Care must be taken in interpreting such data to appreciate underlying assumptions and statistics from which they have been drawn. The load factor of transportation modes is critical to the analysis. Car occupancy, in particular, can vary between 1 and 4. For example, in Europe the average is 1.65 (Centre for Energy Conservation and Environmental Technology, 1997b), but in the United States this value is generally less than 1.2 (Institute of the Association for Commuter Transportation, 1997)-which implies a significant margin in specific emissions (per passenger-km) relative to average occupancy. Occupancy levels for air, rail, and bus also vary significantly, but because of commercial pressures they are more likely to operate at higher levels than private road vehicles. European scheduled airlines typically operate at a load factor of about 70% (AEA, 1997) and charter airlines at about 90%. These figures are comparable to those in the United States, where in 1996 the average passenger load factor ranged from 48.6 to 75.4% for various passenger aircraft types and was 69.4% for all air carrier aircraft types (Bureau of Transportation Statistics, 1997).

Energy consumption and CO2 emissions from electrically powered vehicles, particularly trains, are very dependent on the mode of electrical power generation. In countries that have a large dependency on hydroelectric or nuclear power generation, emission of CO2 per passenger-km by rail may be very low (Figure 8-4). Conversely, emissions of CO2 per passenger-km from high-speed locomotives with power derived from coal-fired electricity are considerably higher. In the case of aviation, flight distance is very important. On a short flight (250 km), energy consumption and CO2 emissions are significantly higher than they are for medium- or long-haul flights (see Figures 8-4 and 8-5), because a greater proportion of the flight is at take-off power (with a relatively higher fuel consumption). Also, available data do not differentiate between aviation fuel used for passenger transport and that for freight. The Organisation for Economic Cooperation and Development (OECD) has calculated that passengers roughly account for 71% of the load carried (OECD, 1997a), although on short-haul routes freight may account for less than 10% of the weight (Centre for Energy Conservation and Environmental Technology, 1997b).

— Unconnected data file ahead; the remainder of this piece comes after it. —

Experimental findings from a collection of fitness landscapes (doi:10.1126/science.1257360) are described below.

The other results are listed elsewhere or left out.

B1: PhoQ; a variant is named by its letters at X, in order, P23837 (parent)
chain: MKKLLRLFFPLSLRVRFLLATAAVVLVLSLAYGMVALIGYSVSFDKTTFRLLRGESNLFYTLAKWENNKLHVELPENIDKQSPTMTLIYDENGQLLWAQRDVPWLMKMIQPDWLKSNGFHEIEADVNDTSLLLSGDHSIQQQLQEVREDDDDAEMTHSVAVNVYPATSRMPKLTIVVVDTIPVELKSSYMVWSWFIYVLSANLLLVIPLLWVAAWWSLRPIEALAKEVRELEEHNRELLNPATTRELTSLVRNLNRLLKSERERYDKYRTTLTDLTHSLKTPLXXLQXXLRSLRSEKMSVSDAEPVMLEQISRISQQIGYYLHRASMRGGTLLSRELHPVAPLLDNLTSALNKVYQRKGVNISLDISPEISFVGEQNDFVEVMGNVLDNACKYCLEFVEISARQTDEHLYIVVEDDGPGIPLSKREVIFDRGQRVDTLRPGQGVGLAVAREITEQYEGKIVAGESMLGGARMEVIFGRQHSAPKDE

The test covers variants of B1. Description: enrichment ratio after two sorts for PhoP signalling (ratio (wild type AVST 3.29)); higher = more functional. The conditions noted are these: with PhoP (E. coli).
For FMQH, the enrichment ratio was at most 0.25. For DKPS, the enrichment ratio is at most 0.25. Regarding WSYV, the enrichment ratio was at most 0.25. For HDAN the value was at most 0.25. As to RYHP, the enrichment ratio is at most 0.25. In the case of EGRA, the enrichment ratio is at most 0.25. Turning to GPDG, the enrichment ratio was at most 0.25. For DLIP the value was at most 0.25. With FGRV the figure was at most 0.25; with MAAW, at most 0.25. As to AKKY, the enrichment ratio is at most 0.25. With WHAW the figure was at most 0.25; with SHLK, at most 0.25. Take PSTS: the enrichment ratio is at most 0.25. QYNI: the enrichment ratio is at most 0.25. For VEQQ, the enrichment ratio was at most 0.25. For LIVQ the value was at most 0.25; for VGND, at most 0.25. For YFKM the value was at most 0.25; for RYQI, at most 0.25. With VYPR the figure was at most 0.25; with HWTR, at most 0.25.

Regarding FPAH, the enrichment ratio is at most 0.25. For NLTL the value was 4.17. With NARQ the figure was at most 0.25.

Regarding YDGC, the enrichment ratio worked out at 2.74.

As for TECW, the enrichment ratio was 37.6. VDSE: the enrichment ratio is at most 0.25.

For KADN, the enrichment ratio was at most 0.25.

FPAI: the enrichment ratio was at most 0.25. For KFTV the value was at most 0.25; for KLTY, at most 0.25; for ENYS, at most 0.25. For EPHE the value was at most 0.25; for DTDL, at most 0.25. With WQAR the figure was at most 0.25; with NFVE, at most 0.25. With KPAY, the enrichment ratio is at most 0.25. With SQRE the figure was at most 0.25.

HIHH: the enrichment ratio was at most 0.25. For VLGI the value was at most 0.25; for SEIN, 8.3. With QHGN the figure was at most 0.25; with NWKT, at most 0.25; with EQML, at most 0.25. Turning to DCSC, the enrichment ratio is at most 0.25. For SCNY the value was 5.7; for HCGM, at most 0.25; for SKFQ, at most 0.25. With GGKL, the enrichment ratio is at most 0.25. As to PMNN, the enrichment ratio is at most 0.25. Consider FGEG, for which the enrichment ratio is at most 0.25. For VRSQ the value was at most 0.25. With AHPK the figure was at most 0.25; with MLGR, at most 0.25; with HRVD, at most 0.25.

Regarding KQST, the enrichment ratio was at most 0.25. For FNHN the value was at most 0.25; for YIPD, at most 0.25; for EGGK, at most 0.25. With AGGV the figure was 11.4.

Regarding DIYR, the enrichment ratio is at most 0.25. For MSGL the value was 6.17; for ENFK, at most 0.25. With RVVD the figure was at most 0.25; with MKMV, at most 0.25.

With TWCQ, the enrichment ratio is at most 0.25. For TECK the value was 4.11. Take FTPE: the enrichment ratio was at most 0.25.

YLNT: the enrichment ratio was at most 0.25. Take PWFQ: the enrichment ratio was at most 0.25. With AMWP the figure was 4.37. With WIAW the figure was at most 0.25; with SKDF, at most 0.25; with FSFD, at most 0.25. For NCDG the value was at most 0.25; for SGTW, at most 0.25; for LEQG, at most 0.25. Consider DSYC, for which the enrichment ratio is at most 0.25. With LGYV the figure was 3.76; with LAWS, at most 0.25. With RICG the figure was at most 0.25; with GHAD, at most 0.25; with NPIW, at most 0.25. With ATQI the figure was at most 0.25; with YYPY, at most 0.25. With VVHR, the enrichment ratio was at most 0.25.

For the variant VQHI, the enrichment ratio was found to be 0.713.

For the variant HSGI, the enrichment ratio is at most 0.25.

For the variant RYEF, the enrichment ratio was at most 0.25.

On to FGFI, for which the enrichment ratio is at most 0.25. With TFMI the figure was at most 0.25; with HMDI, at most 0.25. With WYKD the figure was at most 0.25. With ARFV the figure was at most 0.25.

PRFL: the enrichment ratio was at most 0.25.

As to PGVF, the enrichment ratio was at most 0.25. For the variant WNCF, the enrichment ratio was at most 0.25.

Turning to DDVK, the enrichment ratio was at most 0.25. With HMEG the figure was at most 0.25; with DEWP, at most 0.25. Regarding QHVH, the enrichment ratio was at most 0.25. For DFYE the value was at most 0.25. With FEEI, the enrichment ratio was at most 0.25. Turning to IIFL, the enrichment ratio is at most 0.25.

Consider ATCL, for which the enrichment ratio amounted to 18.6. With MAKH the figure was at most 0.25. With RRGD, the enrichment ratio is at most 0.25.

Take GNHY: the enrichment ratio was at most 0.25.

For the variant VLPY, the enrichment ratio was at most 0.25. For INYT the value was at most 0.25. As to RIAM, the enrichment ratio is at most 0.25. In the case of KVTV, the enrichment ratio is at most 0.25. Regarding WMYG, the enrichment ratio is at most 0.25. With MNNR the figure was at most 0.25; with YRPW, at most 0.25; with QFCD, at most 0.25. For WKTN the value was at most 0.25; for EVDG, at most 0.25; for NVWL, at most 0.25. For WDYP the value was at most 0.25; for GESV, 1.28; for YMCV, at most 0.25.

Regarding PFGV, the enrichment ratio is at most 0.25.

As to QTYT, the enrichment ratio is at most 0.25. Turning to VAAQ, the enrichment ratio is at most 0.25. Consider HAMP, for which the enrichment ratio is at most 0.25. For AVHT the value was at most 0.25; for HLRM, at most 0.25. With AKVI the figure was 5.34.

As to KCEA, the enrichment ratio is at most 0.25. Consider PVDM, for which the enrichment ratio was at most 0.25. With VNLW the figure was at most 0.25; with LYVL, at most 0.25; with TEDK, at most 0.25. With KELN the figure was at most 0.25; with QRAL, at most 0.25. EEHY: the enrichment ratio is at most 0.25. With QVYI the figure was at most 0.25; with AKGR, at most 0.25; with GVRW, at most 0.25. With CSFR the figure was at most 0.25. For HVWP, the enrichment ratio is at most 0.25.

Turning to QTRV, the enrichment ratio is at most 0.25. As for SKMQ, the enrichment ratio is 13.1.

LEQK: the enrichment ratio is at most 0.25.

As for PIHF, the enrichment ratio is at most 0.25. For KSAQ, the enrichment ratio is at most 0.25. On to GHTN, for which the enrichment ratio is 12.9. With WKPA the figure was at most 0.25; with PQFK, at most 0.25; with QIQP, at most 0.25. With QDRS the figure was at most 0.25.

Figure 8-6: CO2 intensity of freight (Whitelegg, 1993; IPCC, 1996a; OECD, 1997a).

Figure 8-5 provides a more detailed analysis of CO2 emissions (g C per passenger-km) from a range of aircraft based on flight and fuel use data collected by British Airways and studies from Germany, Switzerland, The Netherlands, and the European Commission (Hofstetter and Meienberg, 1992; Prognos AG, 1995; Centre for Energy Conservation and Environmental Technology, 1997a,b; British Airways, 1998b; European Commission, 1998). New aircraft, particularly long-haul aircraft (e.g., B747-400), are significantly more fuel efficient and emit less CO2 per passenger-km than older aircraft (e.g., DC-10). Over short-haul routes, advanced turboprops (ATP) emit about 20% less CO2 (as carbon) per passenger-km than new jet aircraft (B737-400) and up to three-fold less CO2 than older jet aircraft (MD81/ F-100). Chapter 7 provides a detailed assessment of aircraft fuel efficiencies. Comparison of Carbon Dioxide Emissions from Different Forms of Freight Transport

Figure 8-6 provides a comparison of CO2 emissions from major freight transport modes. In terms of CO2 (g C per tonne-km), aviation emits 1 to 2 orders of magnitude more carbon than other forms of transport. Cost and weight limitations do not allow aircraft to compete in the transport of heavy goods. For perishable freight and high-value goods, however, there may be no other suitable form of transportation.

Freight may be carried to improve capacity utilization on combination freight-passenger aircraft or passenger aircraft with appropriate space. This approach improves efficiencies, though such improvements are not necessarily reflected in all statistics. Comparison between Different Modes of Transport

Table 8-6: Reduction in fuel burn by other operational factors.
Operational Factor Relative Contribution
Improvement in load factor
Optimization of aircraft speed
Reduction of tankering
Limitation of APU use
Reduction of additional weight
Reduction of taxi times
Reduction of jettisoning fuel

The amount of CO2 emitted per passenger-km for different modes of transport is very dependent on the type of aircraft, train, or car and on the load factor. Typical CO2 emissions for air transport are in the range of 30 to 110 g C per passenger-km, which is comparable with passengers travelling by car or light truck. Emission of CO2 per passenger-km from bus or coach transport is significantly lower (< 20 g C per passenger-km). For rail travel, CO2 emissions per passenger-km depend on several factors, such as source of primary energy, type of locomotive, and load factor; emissions vary between < 5 and 50 g C per passenger-km.